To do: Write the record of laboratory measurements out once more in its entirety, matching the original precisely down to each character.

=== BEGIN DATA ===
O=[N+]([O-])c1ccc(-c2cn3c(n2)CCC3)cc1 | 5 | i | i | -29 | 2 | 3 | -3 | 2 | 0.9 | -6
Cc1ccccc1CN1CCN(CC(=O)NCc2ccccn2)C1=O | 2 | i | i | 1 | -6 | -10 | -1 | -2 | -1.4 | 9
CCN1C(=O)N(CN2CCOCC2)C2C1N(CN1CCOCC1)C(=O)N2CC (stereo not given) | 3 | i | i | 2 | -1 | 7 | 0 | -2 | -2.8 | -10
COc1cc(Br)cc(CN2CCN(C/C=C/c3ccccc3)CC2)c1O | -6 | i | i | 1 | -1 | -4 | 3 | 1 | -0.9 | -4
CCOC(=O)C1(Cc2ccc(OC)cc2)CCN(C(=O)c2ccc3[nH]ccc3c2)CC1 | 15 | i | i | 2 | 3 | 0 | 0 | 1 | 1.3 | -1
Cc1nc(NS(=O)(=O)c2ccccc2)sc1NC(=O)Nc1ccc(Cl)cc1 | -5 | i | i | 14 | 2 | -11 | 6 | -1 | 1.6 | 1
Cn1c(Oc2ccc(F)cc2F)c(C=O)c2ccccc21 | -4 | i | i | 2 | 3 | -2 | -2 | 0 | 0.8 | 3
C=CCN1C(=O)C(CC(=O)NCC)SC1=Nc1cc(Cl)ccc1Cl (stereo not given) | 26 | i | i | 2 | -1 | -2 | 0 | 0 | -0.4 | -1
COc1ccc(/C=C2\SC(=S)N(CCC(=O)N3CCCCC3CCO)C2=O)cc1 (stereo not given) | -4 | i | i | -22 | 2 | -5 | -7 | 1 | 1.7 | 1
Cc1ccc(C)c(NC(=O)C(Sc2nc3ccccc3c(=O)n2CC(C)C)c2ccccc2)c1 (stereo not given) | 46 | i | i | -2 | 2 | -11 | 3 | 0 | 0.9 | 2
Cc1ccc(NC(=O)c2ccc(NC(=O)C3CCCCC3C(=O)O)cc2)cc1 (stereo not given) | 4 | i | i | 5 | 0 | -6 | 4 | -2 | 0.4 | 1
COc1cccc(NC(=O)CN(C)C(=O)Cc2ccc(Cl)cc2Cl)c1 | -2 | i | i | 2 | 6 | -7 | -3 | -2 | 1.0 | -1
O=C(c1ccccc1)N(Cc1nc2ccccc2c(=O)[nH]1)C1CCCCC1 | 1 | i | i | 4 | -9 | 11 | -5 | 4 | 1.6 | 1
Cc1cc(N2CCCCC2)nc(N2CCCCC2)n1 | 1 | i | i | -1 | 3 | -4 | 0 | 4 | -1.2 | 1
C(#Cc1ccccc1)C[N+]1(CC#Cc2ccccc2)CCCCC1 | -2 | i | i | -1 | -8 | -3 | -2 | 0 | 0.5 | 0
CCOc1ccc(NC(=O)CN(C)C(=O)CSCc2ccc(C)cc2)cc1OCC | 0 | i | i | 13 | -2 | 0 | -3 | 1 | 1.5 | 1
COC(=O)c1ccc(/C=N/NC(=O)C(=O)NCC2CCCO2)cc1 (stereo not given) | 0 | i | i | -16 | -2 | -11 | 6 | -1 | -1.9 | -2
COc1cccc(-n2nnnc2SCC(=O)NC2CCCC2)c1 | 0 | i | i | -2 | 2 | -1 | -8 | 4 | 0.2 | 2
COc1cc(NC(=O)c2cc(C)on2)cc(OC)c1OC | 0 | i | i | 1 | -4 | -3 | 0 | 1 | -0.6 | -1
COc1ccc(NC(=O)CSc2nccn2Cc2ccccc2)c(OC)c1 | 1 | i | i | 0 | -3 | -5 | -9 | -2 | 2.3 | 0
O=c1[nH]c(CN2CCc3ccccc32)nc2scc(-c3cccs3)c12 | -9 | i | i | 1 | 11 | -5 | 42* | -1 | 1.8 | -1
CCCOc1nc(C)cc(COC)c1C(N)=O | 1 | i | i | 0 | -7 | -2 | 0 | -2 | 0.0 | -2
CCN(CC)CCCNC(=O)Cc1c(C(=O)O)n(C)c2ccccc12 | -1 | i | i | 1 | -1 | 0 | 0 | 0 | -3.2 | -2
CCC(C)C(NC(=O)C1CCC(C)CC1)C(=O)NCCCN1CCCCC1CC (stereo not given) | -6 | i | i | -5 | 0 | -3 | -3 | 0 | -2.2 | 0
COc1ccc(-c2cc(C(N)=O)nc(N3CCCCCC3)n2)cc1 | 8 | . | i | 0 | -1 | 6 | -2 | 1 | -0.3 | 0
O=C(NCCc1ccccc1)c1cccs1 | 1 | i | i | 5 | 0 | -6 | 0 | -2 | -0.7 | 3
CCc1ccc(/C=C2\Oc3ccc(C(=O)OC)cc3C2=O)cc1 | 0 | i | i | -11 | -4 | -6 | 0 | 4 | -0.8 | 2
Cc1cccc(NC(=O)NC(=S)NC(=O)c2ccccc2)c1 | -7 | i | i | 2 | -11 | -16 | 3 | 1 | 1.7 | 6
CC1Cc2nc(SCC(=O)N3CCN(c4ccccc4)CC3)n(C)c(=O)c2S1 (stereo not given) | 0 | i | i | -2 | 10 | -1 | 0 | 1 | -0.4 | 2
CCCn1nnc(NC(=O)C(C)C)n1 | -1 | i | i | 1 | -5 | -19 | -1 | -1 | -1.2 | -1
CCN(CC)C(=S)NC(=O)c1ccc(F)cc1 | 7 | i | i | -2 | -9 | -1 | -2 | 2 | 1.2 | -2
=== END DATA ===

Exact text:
O=[N+]([O-])c1ccc(-c2cn3c(n2)CCC3)cc1 | 5 | i | i | -29 | 2 | 3 | -3 | 2 | 0.9 | -6
Cc1ccccc1CN1CCN(CC(=O)NCc2ccccn2)C1=O | 2 | i | i | 1 | -6 | -10 | -1 | -2 | -1.4 | 9
CCN1C(=O)N(CN2CCOCC2)C2C1N(CN1CCOCC1)C(=O)N2CC (stereo not given) | 3 | i | i | 2 | -1 | 7 | 0 | -2 | -2.8 | -10
COc1cc(Br)cc(CN2CCN(C/C=C/c3ccccc3)CC2)c1O | -6 | i | i | 1 | -1 | -4 | 3 | 1 | -0.9 | -4
CCOC(=O)C1(Cc2ccc(OC)cc2)CCN(C(=O)c2ccc3[nH]ccc3c2)CC1 | 15 | i | i | 2 | 3 | 0 | 0 | 1 | 1.3 | -1
Cc1nc(NS(=O)(=O)c2ccccc2)sc1NC(=O)Nc1ccc(Cl)cc1 | -5 | i | i | 14 | 2 | -11 | 6 | -1 | 1.6 | 1
Cn1c(Oc2ccc(F)cc2F)c(C=O)c2ccccc21 | -4 | i | i | 2 | 3 | -2 | -2 | 0 | 0.8 | 3
C=CCN1C(=O)C(CC(=O)NCC)SC1=Nc1cc(Cl)ccc1Cl (stereo not given) | 26 | i | i | 2 | -1 | -2 | 0 | 0 | -0.4 | -1
COc1ccc(/C=C2\SC(=S)N(CCC(=O)N3CCCCC3CCO)C2=O)cc1 (stereo not given) | -4 | i | i | -22 | 2 | -5 | -7 | 1 | 1.7 | 1
Cc1ccc(C)c(NC(=O)C(Sc2nc3ccccc3c(=O)n2CC(C)C)c2ccccc2)c1 (stereo not given) | 46 | i | i | -2 | 2 | -11 | 3 | 0 | 0.9 | 2
Cc1ccc(NC(=O)c2ccc(NC(=O)C3CCCCC3C(=O)O)cc2)cc1 (stereo not given) | 4 | i | i | 5 | 0 | -6 | 4 | -2 | 0.4 | 1
COc1cccc(NC(=O)CN(C)C(=O)Cc2ccc(Cl)cc2Cl)c1 | -2 | i | i | 2 | 6 | -7 | -3 | -2 | 1.0 | -1
O=C(c1ccccc1)N(Cc1nc2ccccc2c(=O)[nH]1)C1CCCCC1 | 1 | i | i | 4 | -9 | 11 | -5 | 4 | 1.6 | 1
Cc1cc(N2CCCCC2)nc(N2CCCCC2)n1 | 1 | i | i | -1 | 3 | -4 | 0 | 4 | -1.2 | 1
C(#Cc1ccccc1)C[N+]1(CC#Cc2ccccc2)CCCCC1 | -2 | i | i | -1 | -8 | -3 | -2 | 0 | 0.5 | 0
CCOc1ccc(NC(=O)CN(C)C(=O)CSCc2ccc(C)cc2)cc1OCC | 0 | i | i | 13 | -2 | 0 | -3 | 1 | 1.5 | 1
COC(=O)c1ccc(/C=N/NC(=O)C(=O)NCC2CCCO2)cc1 (stereo not given) | 0 | i | i | -16 | -2 | -11 | 6 | -1 | -1.9 | -2
COc1cccc(-n2nnnc2SCC(=O)NC2CCCC2)c1 | 0 | i | i | -2 | 2 | -1 | -8 | 4 | 0.2 | 2
COc1cc(NC(=O)c2cc(C)on2)cc(OC)c1OC | 0 | i | i | 1 | -4 | -3 | 0 | 1 | -0.6 | -1
COc1ccc(NC(=O)CSc2nccn2Cc2ccccc2)c(OC)c1 | 1 | i | i | 0 | -3 | -5 | -9 | -2 | 2.3 | 0
O=c1[nH]c(CN2CCc3ccccc32)nc2scc(-c3cccs3)c12 | -9 | i | i | 1 | 11 | -5 | 42* | -1 | 1.8 | -1
CCCOc1nc(C)cc(COC)c1C(N)=O | 1 | i | i | 0 | -7 | -2 | 0 | -2 | 0.0 | -2
CCN(CC)CCCNC(=O)Cc1c(C(=O)O)n(C)c2ccccc12 | -1 | i | i | 1 | -1 | 0 | 0 | 0 | -3.2 | -2
CCC(C)C(NC(=O)C1CCC(C)CC1)C(=O)NCCCN1CCCCC1CC (stereo not given) | -6 | i | i | -5 | 0 | -3 | -3 | 0 | -2.2 | 0
COc1ccc(-c2cc(C(N)=O)nc(N3CCCCCC3)n2)cc1 | 8 | . | i | 0 | -1 | 6 | -2 | 1 | -0.3 | 0
O=C(NCCc1ccccc1)c1cccs1 | 1 | i | i | 5 | 0 | -6 | 0 | -2 | -0.7 | 3
CCc1ccc(/C=C2\Oc3ccc(C(=O)OC)cc3C2=O)cc1 | 0 | i | i | -11 | -4 | -6 | 0 | 4 | -0.8 | 2
Cc1cccc(NC(=O)NC(=S)NC(=O)c2ccccc2)c1 | -7 | i | i | 2 | -11 | -16 | 3 | 1 | 1.7 | 6
CC1Cc2nc(SCC(=O)N3CCN(c4ccccc4)CC3)n(C)c(=O)c2S1 (stereo not given) | 0 | i | i | -2 | 10 | -1 | 0 | 1 | -0.4 | 2
CCCn1nnc(NC(=O)C(C)C)n1 | -1 | i | i | 1 | -5 | -19 | -1 | -1 | -1.2 | -1
CCN(CC)C(=S)NC(=O)c1ccc(F)cc1 | 7 | i | i | -2 | -9 | -1 | -2 | 2 | 1.2 | -2